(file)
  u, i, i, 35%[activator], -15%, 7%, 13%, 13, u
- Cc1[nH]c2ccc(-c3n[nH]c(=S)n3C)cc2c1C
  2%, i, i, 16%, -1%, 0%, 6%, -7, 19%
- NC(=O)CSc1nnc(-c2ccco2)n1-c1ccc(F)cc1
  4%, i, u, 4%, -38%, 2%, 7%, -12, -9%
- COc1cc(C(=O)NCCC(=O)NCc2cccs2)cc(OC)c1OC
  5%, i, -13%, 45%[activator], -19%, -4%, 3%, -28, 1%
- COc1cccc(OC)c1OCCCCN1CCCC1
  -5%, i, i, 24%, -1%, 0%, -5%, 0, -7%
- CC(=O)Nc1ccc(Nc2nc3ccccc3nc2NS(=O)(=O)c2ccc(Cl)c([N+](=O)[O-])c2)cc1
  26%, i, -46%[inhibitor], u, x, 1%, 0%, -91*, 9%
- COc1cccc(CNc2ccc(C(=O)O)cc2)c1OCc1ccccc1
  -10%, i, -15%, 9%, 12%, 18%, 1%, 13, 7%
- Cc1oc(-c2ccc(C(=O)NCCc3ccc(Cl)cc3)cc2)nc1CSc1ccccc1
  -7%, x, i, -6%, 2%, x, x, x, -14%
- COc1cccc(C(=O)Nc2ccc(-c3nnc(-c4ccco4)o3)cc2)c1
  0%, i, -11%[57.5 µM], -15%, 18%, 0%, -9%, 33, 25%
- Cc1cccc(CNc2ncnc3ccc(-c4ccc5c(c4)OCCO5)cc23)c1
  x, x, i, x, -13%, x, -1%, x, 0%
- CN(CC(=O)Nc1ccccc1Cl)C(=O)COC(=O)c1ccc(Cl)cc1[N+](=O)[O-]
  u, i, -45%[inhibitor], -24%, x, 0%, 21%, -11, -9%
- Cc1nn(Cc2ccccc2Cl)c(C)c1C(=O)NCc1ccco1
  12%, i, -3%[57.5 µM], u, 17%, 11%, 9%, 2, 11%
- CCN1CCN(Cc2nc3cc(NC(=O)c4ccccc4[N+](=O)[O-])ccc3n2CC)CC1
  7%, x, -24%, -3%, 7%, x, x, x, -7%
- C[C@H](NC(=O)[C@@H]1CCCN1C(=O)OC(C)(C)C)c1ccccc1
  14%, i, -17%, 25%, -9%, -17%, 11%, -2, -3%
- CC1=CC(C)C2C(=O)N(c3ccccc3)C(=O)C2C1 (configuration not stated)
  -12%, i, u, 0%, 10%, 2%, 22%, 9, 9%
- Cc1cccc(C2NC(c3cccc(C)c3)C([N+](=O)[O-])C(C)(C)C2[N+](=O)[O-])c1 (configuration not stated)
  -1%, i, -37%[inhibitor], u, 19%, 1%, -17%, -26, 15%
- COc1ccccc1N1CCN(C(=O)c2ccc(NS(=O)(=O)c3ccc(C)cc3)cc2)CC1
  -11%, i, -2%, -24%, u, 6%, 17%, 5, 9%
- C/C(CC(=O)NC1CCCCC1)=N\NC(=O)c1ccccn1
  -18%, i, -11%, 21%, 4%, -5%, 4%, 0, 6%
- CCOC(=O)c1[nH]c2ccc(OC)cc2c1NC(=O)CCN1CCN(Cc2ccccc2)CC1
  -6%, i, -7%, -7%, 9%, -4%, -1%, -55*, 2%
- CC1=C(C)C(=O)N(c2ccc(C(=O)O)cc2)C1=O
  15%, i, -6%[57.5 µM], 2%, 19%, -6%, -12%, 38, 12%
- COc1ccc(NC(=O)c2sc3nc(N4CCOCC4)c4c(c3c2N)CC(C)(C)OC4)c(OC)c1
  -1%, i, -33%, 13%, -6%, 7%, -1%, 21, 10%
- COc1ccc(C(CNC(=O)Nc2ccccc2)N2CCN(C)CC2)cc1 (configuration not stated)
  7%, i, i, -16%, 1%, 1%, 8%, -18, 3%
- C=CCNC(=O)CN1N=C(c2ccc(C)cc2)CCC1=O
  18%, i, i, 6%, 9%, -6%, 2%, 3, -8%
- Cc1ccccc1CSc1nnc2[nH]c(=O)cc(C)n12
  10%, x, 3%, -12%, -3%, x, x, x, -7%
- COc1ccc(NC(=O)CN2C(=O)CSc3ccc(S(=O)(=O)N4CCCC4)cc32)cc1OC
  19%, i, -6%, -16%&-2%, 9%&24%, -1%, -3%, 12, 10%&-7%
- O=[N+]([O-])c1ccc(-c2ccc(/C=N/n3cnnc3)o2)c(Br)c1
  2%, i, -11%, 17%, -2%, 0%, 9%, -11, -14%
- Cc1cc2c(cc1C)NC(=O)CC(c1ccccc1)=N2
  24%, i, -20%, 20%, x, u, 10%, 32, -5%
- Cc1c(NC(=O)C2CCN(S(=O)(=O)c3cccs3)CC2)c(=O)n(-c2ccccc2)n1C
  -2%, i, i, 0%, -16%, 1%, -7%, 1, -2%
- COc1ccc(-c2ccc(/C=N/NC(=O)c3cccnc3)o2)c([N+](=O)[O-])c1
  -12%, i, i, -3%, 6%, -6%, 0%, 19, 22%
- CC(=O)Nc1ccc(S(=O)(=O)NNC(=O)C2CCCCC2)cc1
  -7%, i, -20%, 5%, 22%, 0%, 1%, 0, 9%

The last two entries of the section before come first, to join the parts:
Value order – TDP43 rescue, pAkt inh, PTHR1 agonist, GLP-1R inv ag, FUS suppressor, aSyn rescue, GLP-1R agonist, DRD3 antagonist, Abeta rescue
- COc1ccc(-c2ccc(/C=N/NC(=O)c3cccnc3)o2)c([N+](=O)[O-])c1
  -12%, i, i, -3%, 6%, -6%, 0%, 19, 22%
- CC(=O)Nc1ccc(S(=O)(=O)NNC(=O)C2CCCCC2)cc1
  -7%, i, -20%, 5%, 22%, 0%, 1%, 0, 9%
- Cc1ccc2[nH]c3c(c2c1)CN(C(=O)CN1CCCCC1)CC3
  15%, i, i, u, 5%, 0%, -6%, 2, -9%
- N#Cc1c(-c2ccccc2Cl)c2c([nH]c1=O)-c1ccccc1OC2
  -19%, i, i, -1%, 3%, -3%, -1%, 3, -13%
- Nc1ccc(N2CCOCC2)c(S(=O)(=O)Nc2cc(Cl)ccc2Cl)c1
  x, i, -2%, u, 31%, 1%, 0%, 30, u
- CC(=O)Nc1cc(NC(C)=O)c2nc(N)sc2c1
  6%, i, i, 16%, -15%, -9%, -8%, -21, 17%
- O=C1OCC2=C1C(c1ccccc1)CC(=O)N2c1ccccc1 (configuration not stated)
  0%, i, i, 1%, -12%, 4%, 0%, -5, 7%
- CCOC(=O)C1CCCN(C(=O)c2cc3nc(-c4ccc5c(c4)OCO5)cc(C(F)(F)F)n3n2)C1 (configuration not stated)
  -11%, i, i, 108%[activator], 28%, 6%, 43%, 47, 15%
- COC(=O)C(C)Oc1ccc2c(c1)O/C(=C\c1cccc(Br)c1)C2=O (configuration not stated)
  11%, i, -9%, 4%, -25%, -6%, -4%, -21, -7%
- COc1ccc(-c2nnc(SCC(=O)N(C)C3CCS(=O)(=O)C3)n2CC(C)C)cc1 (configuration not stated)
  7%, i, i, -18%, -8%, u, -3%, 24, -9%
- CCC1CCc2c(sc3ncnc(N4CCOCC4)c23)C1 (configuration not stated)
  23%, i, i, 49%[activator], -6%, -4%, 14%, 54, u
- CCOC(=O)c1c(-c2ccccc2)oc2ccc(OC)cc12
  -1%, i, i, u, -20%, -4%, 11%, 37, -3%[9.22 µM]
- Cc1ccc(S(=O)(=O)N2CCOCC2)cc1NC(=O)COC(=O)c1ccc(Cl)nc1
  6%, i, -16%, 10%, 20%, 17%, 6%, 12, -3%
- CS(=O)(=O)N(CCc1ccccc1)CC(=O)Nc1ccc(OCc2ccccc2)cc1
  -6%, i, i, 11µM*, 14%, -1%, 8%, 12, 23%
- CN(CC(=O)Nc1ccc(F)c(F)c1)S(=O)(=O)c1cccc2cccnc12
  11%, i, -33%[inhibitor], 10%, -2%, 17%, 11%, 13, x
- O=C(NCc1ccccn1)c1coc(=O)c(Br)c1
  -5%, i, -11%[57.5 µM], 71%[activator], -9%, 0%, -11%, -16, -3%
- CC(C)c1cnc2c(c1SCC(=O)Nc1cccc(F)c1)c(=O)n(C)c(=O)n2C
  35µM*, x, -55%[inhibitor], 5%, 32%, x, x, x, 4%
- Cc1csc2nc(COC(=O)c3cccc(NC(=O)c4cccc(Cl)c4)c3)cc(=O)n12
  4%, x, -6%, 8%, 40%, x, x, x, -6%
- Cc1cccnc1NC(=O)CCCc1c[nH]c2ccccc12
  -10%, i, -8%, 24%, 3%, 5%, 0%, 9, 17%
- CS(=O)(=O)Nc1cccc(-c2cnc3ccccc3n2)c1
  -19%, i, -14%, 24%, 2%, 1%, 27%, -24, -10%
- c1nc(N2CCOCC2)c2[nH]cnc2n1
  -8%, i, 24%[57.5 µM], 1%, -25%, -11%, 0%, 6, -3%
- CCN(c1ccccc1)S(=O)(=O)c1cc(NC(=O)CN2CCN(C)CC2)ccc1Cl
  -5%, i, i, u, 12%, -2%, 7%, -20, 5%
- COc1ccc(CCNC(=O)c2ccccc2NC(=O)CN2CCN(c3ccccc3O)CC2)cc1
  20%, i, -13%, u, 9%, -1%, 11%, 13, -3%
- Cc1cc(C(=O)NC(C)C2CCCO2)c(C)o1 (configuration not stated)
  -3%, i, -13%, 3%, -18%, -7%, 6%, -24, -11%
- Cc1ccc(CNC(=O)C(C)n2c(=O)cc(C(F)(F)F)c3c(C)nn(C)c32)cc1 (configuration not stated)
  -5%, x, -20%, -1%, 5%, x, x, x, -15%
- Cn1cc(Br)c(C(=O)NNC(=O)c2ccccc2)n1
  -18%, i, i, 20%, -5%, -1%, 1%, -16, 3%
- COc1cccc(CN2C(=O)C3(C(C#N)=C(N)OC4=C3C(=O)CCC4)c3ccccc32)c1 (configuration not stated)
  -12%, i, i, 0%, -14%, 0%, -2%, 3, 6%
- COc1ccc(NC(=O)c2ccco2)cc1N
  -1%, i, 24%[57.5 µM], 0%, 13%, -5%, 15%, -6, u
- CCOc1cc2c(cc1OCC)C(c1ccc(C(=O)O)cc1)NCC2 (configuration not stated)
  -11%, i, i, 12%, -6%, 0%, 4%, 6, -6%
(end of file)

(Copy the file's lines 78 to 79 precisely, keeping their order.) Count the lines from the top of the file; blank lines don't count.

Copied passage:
- COC(=O)C(C)Oc1ccc2c(c1)O/C(=C\c1cccc(Br)c1)C2=O (configuration not stated)
  11%, i, -9%, 4%, -25%, -6%, -4%, -21, -7%